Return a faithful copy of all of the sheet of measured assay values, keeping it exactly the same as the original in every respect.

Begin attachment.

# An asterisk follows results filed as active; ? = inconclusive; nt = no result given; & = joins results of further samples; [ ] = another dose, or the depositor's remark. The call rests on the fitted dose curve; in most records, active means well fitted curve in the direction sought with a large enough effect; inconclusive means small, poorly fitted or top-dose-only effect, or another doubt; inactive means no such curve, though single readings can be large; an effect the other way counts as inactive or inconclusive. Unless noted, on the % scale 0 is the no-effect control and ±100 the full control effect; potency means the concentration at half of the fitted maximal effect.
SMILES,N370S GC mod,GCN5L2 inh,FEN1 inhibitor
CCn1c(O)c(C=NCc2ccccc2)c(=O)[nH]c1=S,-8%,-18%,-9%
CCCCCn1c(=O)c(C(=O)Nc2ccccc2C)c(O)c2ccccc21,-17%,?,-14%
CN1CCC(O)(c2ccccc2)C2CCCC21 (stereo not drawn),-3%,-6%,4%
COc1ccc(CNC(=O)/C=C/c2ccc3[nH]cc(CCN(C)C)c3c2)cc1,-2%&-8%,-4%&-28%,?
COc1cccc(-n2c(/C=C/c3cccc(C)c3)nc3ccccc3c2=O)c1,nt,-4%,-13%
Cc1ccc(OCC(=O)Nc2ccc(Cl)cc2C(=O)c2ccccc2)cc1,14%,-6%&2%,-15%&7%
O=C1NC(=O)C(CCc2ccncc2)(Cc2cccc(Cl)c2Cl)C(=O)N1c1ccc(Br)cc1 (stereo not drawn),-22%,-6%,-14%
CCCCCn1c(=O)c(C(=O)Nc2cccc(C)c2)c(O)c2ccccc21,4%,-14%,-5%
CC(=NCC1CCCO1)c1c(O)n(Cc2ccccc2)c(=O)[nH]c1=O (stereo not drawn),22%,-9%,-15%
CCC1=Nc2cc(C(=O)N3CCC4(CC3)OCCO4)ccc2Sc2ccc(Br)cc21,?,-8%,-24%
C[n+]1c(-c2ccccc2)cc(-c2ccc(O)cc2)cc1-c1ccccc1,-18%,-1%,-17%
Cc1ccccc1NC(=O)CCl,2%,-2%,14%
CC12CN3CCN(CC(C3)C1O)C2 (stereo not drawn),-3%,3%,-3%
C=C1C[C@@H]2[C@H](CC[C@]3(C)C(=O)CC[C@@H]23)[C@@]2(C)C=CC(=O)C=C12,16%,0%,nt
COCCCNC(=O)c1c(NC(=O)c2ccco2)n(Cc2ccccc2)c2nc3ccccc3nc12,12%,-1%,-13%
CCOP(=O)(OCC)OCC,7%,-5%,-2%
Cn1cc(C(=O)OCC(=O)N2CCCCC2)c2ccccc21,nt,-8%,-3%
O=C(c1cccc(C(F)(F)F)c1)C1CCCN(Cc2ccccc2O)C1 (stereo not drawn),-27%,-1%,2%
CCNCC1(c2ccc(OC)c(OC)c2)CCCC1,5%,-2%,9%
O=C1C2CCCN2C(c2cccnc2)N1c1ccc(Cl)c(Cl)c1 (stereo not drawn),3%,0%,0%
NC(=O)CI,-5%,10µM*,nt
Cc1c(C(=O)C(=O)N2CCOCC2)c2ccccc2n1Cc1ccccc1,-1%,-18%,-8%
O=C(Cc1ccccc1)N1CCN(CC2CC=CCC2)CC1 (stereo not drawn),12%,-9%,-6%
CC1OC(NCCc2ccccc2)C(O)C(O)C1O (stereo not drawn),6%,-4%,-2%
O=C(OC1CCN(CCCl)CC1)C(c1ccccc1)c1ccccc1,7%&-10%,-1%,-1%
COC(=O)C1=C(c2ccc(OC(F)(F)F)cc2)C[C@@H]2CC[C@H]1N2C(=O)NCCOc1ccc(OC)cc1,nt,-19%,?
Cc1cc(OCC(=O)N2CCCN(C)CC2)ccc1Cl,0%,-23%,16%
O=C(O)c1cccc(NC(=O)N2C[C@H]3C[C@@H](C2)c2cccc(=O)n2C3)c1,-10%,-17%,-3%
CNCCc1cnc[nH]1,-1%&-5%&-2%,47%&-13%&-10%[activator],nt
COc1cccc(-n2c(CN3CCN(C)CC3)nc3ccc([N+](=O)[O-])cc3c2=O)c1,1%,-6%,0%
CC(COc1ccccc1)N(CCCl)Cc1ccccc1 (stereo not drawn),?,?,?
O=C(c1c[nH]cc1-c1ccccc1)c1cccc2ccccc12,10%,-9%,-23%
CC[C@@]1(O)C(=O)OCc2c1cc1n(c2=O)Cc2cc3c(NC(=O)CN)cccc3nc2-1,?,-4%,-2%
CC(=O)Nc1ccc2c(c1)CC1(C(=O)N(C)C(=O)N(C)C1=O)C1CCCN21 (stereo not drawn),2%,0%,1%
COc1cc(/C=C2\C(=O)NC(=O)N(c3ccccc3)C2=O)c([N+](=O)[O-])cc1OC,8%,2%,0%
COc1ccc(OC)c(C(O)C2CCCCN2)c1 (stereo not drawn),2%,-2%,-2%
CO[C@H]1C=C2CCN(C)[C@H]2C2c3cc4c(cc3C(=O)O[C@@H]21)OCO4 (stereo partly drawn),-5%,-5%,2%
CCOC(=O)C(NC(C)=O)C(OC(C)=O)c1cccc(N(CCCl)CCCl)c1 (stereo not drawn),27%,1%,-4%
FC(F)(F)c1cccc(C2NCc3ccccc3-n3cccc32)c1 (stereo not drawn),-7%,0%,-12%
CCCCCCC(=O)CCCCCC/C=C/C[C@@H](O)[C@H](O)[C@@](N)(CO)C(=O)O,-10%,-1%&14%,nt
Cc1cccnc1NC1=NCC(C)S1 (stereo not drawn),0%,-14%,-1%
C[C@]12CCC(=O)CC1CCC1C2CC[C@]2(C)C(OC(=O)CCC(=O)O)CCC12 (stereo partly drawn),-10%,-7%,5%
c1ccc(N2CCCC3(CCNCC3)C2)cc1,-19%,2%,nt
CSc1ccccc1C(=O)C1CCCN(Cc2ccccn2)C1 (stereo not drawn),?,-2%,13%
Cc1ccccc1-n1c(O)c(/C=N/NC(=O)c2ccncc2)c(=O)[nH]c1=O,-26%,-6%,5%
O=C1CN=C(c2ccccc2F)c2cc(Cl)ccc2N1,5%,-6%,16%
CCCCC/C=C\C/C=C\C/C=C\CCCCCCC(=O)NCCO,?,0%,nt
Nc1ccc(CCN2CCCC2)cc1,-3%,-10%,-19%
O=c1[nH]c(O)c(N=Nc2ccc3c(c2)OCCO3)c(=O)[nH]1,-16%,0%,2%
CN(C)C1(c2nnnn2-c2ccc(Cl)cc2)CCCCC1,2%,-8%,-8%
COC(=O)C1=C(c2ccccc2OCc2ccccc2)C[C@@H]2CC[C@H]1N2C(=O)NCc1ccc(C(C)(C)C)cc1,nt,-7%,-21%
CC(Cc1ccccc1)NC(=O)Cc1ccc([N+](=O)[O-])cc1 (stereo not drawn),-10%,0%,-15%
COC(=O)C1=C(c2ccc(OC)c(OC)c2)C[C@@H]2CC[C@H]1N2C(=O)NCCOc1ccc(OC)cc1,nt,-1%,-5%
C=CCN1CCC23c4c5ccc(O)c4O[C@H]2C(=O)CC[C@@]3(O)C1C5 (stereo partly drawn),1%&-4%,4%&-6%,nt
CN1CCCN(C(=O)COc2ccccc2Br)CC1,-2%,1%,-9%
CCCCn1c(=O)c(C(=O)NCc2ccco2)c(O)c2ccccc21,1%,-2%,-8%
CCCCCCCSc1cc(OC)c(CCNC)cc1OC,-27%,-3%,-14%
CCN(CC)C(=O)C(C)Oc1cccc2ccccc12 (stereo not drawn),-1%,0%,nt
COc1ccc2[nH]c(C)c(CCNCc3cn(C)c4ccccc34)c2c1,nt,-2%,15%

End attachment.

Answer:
# An asterisk follows results filed as active; ? = inconclusive; nt = no result given; & = joins results of further samples; [ ] = another dose, or the depositor's remark. The call rests on the fitted dose curve; in most records, active means well fitted curve in the direction sought with a large enough effect; inconclusive means small, poorly fitted or top-dose-only effect, or another doubt; inactive means no such curve, though single readings can be large; an effect the other way counts as inactive or inconclusive. Unless noted, on the % scale 0 is the no-effect control and ±100 the full control effect; potency means the concentration at half of the fitted maximal effect.
SMILES,N370S GC mod,GCN5L2 inh,FEN1 inhibitor
CCn1c(O)c(C=NCc2ccccc2)c(=O)[nH]c1=S,-8%,-18%,-9%
CCCCCn1c(=O)c(C(=O)Nc2ccccc2C)c(O)c2ccccc21,-17%,?,-14%
CN1CCC(O)(c2ccccc2)C2CCCC21 (stereo not drawn),-3%,-6%,4%
COc1ccc(CNC(=O)/C=C/c2ccc3[nH]cc(CCN(C)C)c3c2)cc1,-2%&-8%,-4%&-28%,?
COc1cccc(-n2c(/C=C/c3cccc(C)c3)nc3ccccc3c2=O)c1,nt,-4%,-13%
Cc1ccc(OCC(=O)Nc2ccc(Cl)cc2C(=O)c2ccccc2)cc1,14%,-6%&2%,-15%&7%
O=C1NC(=O)C(CCc2ccncc2)(Cc2cccc(Cl)c2Cl)C(=O)N1c1ccc(Br)cc1 (stereo not drawn),-22%,-6%,-14%
CCCCCn1c(=O)c(C(=O)Nc2cccc(C)c2)c(O)c2ccccc21,4%,-14%,-5%
CC(=NCC1CCCO1)c1c(O)n(Cc2ccccc2)c(=O)[nH]c1=O (stereo not drawn),22%,-9%,-15%
CCC1=Nc2cc(C(=O)N3CCC4(CC3)OCCO4)ccc2Sc2ccc(Br)cc21,?,-8%,-24%
C[n+]1c(-c2ccccc2)cc(-c2ccc(O)cc2)cc1-c1ccccc1,-18%,-1%,-17%
Cc1ccccc1NC(=O)CCl,2%,-2%,14%
CC12CN3CCN(CC(C3)C1O)C2 (stereo not drawn),-3%,3%,-3%
C=C1C[C@@H]2[C@H](CC[C@]3(C)C(=O)CC[C@@H]23)[C@@]2(C)C=CC(=O)C=C12,16%,0%,nt
COCCCNC(=O)c1c(NC(=O)c2ccco2)n(Cc2ccccc2)c2nc3ccccc3nc12,12%,-1%,-13%
CCOP(=O)(OCC)OCC,7%,-5%,-2%
Cn1cc(C(=O)OCC(=O)N2CCCCC2)c2ccccc21,nt,-8%,-3%
O=C(c1cccc(C(F)(F)F)c1)C1CCCN(Cc2ccccc2O)C1 (stereo not drawn),-27%,-1%,2%
CCNCC1(c2ccc(OC)c(OC)c2)CCCC1,5%,-2%,9%
O=C1C2CCCN2C(c2cccnc2)N1c1ccc(Cl)c(Cl)c1 (stereo not drawn),3%,0%,0%
NC(=O)CI,-5%,10µM*,nt
Cc1c(C(=O)C(=O)N2CCOCC2)c2ccccc2n1Cc1ccccc1,-1%,-18%,-8%
O=C(Cc1ccccc1)N1CCN(CC2CC=CCC2)CC1 (stereo not drawn),12%,-9%,-6%
CC1OC(NCCc2ccccc2)C(O)C(O)C1O (stereo not drawn),6%,-4%,-2%
O=C(OC1CCN(CCCl)CC1)C(c1ccccc1)c1ccccc1,7%&-10%,-1%,-1%
COC(=O)C1=C(c2ccc(OC(F)(F)F)cc2)C[C@@H]2CC[C@H]1N2C(=O)NCCOc1ccc(OC)cc1,nt,-19%,?
Cc1cc(OCC(=O)N2CCCN(C)CC2)ccc1Cl,0%,-23%,16%
O=C(O)c1cccc(NC(=O)N2C[C@H]3C[C@@H](C2)c2cccc(=O)n2C3)c1,-10%,-17%,-3%
CNCCc1cnc[nH]1,-1%&-5%&-2%,47%&-13%&-10%[activator],nt
COc1cccc(-n2c(CN3CCN(C)CC3)nc3ccc([N+](=O)[O-])cc3c2=O)c1,1%,-6%,0%
CC(COc1ccccc1)N(CCCl)Cc1ccccc1 (stereo not drawn),?,?,?
O=C(c1c[nH]cc1-c1ccccc1)c1cccc2ccccc12,10%,-9%,-23%
CC[C@@]1(O)C(=O)OCc2c1cc1n(c2=O)Cc2cc3c(NC(=O)CN)cccc3nc2-1,?,-4%,-2%
CC(=O)Nc1ccc2c(c1)CC1(C(=O)N(C)C(=O)N(C)C1=O)C1CCCN21 (stereo not drawn),2%,0%,1%
COc1cc(/C=C2\C(=O)NC(=O)N(c3ccccc3)C2=O)c([N+](=O)[O-])cc1OC,8%,2%,0%
COc1ccc(OC)c(C(O)C2CCCCN2)c1 (stereo not drawn),2%,-2%,-2%
CO[C@H]1C=C2CCN(C)[C@H]2C2c3cc4c(cc3C(=O)O[C@@H]21)OCO4 (stereo partly drawn),-5%,-5%,2%
CCOC(=O)C(NC(C)=O)C(OC(C)=O)c1cccc(N(CCCl)CCCl)c1 (stereo not drawn),27%,1%,-4%
FC(F)(F)c1cccc(C2NCc3ccccc3-n3cccc32)c1 (stereo not drawn),-7%,0%,-12%
CCCCCCC(=O)CCCCCC/C=C/C[C@@H](O)[C@H](O)[C@@](N)(CO)C(=O)O,-10%,-1%&14%,nt
Cc1cccnc1NC1=NCC(C)S1 (stereo not drawn),0%,-14%,-1%
C[C@]12CCC(=O)CC1CCC1C2CC[C@]2(C)C(OC(=O)CCC(=O)O)CCC12 (stereo partly drawn),-10%,-7%,5%
c1ccc(N2CCCC3(CCNCC3)C2)cc1,-19%,2%,nt
CSc1ccccc1C(=O)C1CCCN(Cc2ccccn2)C1 (stereo not drawn),?,-2%,13%
Cc1ccccc1-n1c(O)c(/C=N/NC(=O)c2ccncc2)c(=O)[nH]c1=O,-26%,-6%,5%
O=C1CN=C(c2ccccc2F)c2cc(Cl)ccc2N1,5%,-6%,16%
CCCCC/C=C\C/C=C\C/C=C\CCCCCCC(=O)NCCO,?,0%,nt
Nc1ccc(CCN2CCCC2)cc1,-3%,-10%,-19%
O=c1[nH]c(O)c(N=Nc2ccc3c(c2)OCCO3)c(=O)[nH]1,-16%,0%,2%
CN(C)C1(c2nnnn2-c2ccc(Cl)cc2)CCCCC1,2%,-8%,-8%
COC(=O)C1=C(c2ccccc2OCc2ccccc2)C[C@@H]2CC[C@H]1N2C(=O)NCc1ccc(C(C)(C)C)cc1,nt,-7%,-21%
CC(Cc1ccccc1)NC(=O)Cc1ccc([N+](=O)[O-])cc1 (stereo not drawn),-10%,0%,-15%
COC(=O)C1=C(c2ccc(OC)c(OC)c2)C[C@@H]2CC[C@H]1N2C(=O)NCCOc1ccc(OC)cc1,nt,-1%,-5%
C=CCN1CCC23c4c5ccc(O)c4O[C@H]2C(=O)CC[C@@]3(O)C1C5 (stereo partly drawn),1%&-4%,4%&-6%,nt
CN1CCCN(C(=O)COc2ccccc2Br)CC1,-2%,1%,-9%
CCCCn1c(=O)c(C(=O)NCc2ccco2)c(O)c2ccccc21,1%,-2%,-8%
CCCCCCCSc1cc(OC)c(CCNC)cc1OC,-27%,-3%,-14%
CCN(CC)C(=O)C(C)Oc1cccc2ccccc12 (stereo not drawn),-1%,0%,nt
COc1ccc2[nH]c(C)c(CCNCc3cn(C)c4ccccc34)c2c1,nt,-2%,15%